Blackfly can be a problem with runner beans, so use companion planting techniques, such as growing marigolds to encourage ladybugs, which will feast on the flies. 'One prevention companion is borage, as the black fly will go to it rather than the beans,' adds Clapp.

You can also remove the flies by rubbing them off with your fingers, carefully hose them off, or spray with water containing a weak concentration of washing-up liquid, which will kill them.

Although runner beans are usually reliable croppers, occasionally they can fail to set pods. 'The main causes are lack of water at the roots, infertile or very acid soil, frost damage, very hot weather, and the absence of pollinating insects due to windy, wet weather,' says James.

Encourage pollination by positioning flowering plants close by. Growing sweet peas alongside runner beans is a lovely pairing.

Melanie Griffiths
Melanie Griffiths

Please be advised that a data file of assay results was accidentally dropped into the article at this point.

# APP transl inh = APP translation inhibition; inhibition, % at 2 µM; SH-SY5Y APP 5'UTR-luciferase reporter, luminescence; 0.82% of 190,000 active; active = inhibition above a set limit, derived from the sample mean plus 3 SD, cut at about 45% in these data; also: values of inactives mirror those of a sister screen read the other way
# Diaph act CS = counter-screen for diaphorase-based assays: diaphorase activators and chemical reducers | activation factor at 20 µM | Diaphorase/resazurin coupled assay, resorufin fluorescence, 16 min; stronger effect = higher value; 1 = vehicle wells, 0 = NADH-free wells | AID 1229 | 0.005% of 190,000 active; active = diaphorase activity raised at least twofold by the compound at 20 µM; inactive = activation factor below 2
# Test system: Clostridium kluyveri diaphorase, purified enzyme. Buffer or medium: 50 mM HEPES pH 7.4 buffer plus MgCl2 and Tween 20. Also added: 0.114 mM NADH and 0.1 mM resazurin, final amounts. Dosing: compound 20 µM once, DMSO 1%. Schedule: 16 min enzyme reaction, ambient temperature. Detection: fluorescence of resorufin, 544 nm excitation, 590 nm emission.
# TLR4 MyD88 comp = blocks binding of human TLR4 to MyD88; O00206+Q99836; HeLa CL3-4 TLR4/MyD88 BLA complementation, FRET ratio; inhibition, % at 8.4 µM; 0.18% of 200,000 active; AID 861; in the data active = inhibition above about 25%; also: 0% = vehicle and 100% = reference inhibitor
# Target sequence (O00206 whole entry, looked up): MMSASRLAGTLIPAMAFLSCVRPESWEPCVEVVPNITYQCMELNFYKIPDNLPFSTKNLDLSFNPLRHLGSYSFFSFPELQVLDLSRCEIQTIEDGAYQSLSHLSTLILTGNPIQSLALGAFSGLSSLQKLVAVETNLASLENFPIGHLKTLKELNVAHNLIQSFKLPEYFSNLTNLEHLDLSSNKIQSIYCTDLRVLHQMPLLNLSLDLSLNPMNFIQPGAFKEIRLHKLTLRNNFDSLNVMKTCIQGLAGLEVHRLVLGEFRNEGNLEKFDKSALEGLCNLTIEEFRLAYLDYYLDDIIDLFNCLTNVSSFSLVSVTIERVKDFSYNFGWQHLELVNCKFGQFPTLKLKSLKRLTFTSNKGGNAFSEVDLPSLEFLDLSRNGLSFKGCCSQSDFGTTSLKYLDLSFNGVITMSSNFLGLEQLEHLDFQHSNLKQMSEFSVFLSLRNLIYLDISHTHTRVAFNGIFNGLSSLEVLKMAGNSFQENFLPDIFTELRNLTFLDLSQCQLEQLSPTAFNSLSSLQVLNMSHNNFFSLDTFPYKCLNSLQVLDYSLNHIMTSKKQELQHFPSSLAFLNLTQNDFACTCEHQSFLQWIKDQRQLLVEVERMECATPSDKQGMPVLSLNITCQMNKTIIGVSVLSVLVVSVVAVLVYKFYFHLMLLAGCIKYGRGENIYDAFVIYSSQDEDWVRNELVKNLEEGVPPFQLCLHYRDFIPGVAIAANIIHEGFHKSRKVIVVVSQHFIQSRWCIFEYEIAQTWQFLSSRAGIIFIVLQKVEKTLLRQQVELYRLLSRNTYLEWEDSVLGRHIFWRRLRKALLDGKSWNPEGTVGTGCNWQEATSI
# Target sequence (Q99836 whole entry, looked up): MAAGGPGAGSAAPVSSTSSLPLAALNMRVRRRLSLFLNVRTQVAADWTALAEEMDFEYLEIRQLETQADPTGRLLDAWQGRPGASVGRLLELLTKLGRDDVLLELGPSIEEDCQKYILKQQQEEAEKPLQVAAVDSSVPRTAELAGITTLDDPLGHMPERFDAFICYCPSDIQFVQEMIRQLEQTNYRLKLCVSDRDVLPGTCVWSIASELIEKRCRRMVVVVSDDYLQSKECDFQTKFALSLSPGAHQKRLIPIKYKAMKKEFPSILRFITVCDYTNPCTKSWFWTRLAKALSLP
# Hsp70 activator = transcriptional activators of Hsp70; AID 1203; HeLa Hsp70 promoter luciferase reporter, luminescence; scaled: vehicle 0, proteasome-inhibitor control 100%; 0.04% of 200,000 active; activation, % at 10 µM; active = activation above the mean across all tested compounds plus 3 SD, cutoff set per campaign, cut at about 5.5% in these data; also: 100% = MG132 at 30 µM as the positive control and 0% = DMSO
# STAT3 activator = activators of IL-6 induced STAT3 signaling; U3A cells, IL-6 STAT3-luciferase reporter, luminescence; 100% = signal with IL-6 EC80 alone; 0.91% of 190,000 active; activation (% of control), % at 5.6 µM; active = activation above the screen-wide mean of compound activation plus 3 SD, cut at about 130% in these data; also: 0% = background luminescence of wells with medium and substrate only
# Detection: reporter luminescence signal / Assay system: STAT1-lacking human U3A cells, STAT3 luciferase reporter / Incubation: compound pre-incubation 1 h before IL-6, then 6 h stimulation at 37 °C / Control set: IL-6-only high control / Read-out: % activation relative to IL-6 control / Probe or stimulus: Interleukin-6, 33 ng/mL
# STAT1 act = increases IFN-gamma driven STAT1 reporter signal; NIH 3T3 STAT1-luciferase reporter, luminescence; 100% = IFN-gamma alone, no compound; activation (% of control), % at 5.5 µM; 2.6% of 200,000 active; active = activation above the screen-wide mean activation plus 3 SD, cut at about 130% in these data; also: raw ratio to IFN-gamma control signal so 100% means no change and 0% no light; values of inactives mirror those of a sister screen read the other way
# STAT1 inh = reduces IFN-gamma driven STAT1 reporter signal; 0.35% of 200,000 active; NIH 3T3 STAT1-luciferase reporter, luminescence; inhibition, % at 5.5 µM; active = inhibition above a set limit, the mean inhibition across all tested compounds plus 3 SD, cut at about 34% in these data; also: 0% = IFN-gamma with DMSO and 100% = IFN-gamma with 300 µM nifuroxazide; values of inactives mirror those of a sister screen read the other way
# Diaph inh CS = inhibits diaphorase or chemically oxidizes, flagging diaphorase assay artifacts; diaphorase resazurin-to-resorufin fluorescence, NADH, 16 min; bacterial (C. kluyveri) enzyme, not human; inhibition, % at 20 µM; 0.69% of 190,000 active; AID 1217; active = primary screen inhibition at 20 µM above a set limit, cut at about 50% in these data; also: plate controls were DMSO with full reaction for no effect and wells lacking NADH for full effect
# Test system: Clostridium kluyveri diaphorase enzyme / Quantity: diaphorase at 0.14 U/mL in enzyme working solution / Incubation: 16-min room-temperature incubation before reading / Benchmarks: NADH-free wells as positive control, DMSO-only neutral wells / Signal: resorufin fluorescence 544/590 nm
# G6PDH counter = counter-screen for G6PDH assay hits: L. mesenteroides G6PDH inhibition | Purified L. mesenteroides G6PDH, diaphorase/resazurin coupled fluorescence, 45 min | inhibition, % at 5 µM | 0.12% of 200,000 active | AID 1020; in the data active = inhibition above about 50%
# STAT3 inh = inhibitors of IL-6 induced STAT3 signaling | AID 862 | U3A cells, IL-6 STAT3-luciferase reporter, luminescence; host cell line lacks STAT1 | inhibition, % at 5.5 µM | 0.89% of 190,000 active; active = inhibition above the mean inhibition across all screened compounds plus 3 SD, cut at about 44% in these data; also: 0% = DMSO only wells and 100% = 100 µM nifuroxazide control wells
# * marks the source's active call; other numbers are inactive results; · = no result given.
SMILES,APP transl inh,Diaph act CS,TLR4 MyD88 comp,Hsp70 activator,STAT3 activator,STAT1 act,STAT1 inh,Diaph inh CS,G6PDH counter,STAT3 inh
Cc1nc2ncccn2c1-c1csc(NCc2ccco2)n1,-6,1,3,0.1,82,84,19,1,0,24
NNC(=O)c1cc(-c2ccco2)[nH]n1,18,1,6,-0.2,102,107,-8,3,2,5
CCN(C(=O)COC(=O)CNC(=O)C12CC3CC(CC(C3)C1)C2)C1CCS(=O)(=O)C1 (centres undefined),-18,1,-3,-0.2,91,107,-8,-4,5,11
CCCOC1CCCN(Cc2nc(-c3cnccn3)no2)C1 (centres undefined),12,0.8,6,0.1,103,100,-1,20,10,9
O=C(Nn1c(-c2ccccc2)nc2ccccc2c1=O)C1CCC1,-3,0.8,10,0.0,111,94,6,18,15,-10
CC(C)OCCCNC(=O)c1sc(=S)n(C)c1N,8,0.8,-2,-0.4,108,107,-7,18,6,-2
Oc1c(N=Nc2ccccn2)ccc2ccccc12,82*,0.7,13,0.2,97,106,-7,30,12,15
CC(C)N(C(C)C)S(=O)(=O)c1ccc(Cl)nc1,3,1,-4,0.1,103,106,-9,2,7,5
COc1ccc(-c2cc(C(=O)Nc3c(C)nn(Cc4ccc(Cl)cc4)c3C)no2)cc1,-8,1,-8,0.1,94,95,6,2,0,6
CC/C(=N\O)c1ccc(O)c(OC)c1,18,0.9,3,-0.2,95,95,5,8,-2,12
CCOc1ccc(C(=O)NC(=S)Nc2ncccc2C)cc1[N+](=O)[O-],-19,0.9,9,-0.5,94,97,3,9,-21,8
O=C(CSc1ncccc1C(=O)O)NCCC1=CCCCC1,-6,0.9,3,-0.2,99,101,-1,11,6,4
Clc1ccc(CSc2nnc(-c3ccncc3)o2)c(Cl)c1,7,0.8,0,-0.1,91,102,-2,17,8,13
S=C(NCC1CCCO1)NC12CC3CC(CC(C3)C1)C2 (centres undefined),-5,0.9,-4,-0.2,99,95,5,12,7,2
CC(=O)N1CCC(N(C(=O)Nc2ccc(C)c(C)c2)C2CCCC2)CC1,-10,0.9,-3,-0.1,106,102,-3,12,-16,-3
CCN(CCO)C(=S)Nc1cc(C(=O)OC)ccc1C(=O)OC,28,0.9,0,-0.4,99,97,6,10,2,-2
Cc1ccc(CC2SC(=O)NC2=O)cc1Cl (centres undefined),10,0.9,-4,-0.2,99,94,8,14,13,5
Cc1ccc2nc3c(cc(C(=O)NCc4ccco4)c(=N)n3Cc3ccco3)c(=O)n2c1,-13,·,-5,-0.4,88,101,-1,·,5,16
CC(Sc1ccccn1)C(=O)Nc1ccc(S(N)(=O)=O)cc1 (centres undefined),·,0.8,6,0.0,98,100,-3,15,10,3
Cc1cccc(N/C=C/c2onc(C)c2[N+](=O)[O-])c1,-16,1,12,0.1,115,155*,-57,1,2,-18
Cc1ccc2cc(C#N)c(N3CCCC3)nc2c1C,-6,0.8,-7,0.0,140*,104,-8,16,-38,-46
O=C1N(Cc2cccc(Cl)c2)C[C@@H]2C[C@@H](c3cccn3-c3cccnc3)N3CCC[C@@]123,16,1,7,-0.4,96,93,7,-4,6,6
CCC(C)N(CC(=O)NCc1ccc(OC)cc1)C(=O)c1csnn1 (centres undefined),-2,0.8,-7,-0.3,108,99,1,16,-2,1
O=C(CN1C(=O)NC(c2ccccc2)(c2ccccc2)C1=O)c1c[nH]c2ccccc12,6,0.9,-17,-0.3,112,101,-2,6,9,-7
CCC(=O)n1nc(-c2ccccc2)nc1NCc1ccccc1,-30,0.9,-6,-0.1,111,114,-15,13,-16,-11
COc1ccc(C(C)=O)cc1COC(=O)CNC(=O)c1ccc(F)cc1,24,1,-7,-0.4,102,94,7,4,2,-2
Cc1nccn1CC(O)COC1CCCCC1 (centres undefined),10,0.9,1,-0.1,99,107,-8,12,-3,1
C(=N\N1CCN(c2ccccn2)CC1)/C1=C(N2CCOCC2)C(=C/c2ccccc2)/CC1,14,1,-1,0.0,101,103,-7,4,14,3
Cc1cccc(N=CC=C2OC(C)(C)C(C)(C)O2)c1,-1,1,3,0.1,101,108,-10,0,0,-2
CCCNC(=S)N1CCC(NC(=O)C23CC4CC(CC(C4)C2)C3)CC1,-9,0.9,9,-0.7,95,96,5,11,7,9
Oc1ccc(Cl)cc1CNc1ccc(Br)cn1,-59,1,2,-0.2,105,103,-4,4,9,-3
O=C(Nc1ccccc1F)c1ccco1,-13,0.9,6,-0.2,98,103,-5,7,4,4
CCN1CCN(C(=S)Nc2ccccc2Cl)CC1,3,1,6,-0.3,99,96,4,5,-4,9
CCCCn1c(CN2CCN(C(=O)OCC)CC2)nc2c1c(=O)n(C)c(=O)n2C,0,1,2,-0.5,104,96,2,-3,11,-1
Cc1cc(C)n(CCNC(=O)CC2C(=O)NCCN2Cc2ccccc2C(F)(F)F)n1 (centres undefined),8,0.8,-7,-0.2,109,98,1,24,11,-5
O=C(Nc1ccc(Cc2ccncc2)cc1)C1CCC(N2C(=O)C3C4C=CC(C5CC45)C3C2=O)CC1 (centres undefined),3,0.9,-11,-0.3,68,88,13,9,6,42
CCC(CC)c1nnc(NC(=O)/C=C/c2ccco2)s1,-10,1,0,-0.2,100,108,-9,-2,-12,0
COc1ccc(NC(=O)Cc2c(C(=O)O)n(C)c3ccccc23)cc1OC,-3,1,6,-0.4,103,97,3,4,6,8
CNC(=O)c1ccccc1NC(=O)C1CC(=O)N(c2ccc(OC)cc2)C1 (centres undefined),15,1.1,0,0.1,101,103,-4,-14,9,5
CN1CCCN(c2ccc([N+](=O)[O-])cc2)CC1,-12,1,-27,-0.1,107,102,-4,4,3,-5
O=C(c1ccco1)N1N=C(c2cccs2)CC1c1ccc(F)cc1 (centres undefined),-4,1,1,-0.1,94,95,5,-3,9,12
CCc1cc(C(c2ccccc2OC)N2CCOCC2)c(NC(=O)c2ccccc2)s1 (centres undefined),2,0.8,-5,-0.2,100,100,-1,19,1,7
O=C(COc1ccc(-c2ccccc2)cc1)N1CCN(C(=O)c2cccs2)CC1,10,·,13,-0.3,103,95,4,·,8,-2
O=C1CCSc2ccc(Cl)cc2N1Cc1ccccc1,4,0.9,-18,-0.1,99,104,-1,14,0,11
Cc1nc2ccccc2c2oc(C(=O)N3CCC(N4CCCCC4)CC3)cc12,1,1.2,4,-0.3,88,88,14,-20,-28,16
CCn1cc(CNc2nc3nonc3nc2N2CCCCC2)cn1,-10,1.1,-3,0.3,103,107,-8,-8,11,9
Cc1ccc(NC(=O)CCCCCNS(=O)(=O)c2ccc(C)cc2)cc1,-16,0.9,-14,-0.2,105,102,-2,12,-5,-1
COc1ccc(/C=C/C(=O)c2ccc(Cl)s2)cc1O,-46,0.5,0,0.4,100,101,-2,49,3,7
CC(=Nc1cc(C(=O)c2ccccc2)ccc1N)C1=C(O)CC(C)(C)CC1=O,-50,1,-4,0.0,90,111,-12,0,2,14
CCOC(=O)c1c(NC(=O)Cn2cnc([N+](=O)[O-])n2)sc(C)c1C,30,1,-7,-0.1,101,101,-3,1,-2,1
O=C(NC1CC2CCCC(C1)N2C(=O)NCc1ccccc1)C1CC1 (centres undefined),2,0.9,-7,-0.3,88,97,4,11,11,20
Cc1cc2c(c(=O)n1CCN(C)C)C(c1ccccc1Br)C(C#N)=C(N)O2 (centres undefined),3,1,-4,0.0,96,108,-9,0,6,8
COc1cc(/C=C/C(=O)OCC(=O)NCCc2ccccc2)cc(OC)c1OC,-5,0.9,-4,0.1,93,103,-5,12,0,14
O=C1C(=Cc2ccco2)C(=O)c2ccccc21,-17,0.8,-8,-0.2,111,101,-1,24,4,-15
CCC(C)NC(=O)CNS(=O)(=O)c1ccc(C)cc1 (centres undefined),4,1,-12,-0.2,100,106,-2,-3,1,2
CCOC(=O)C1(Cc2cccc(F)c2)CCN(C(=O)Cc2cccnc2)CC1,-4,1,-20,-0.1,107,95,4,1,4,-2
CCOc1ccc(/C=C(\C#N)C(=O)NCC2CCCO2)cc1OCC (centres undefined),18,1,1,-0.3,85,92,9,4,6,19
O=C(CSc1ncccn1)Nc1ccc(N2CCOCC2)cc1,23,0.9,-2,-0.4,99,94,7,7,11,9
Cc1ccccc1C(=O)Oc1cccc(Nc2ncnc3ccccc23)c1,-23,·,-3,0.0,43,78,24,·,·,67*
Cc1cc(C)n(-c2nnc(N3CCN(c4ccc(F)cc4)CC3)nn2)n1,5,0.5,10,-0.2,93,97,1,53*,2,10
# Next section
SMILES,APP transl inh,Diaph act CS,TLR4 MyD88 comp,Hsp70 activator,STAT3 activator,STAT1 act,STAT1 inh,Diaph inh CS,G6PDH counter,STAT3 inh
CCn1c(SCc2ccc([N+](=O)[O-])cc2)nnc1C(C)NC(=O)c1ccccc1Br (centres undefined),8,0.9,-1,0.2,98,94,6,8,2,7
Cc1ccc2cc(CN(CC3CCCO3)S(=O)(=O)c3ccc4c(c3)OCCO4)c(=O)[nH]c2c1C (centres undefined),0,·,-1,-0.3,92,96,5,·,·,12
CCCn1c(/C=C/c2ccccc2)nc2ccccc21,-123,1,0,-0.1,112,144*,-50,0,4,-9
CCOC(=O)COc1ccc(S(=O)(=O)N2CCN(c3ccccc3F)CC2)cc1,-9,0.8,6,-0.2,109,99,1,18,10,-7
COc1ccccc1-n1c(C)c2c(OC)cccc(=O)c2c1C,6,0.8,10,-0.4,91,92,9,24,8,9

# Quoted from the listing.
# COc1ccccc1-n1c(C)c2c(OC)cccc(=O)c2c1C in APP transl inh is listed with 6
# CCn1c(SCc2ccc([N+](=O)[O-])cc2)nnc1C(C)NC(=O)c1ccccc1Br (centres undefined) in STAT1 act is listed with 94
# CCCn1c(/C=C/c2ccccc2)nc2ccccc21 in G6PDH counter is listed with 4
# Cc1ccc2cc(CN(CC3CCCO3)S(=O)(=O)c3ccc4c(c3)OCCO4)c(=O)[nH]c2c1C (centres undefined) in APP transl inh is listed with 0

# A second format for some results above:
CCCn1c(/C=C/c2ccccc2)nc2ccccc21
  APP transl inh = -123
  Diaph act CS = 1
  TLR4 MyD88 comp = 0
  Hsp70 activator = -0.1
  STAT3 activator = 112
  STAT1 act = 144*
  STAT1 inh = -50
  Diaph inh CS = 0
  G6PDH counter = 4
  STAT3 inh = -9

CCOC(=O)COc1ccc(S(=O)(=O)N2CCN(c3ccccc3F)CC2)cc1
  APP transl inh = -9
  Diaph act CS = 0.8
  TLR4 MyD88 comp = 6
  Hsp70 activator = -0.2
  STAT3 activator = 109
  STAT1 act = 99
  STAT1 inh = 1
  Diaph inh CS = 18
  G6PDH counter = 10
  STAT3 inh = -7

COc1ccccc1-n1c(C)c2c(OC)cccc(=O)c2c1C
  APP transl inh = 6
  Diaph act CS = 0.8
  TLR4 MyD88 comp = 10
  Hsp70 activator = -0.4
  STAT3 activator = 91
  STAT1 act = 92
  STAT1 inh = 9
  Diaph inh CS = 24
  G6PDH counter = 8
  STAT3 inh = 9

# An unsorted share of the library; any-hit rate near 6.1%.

As editor of Period Living, Britain's best-selling period homes magazine, I love the charm of older properties. I live in a rural village just outside the Cotswolds, so am lucky to be surrounded by beautiful homes and countryside, where I enjoy exploring. I am passionate about characterful interiors and heritage-inspired designs, but I am equally fascinated by a house's architectural elements – if I spot an elegant original sash window or intricate stained-glass front door, it fills my heart with joy. It's so important to me that original features are maintained and preserved for future generations to enjoy. My other passion is my garden, and I am slowly building up my planting knowledge, and becoming more confident at experimenting with growing my own. As well as editing Period Living, I am also co-editing the Country Channel of Homes & Gardens. In my previous roles, I have worked on Real Homes and Homebuilding & Renovating, wiriting about modern design and architecture, so my experience is broad – but my heart belongs to period homes.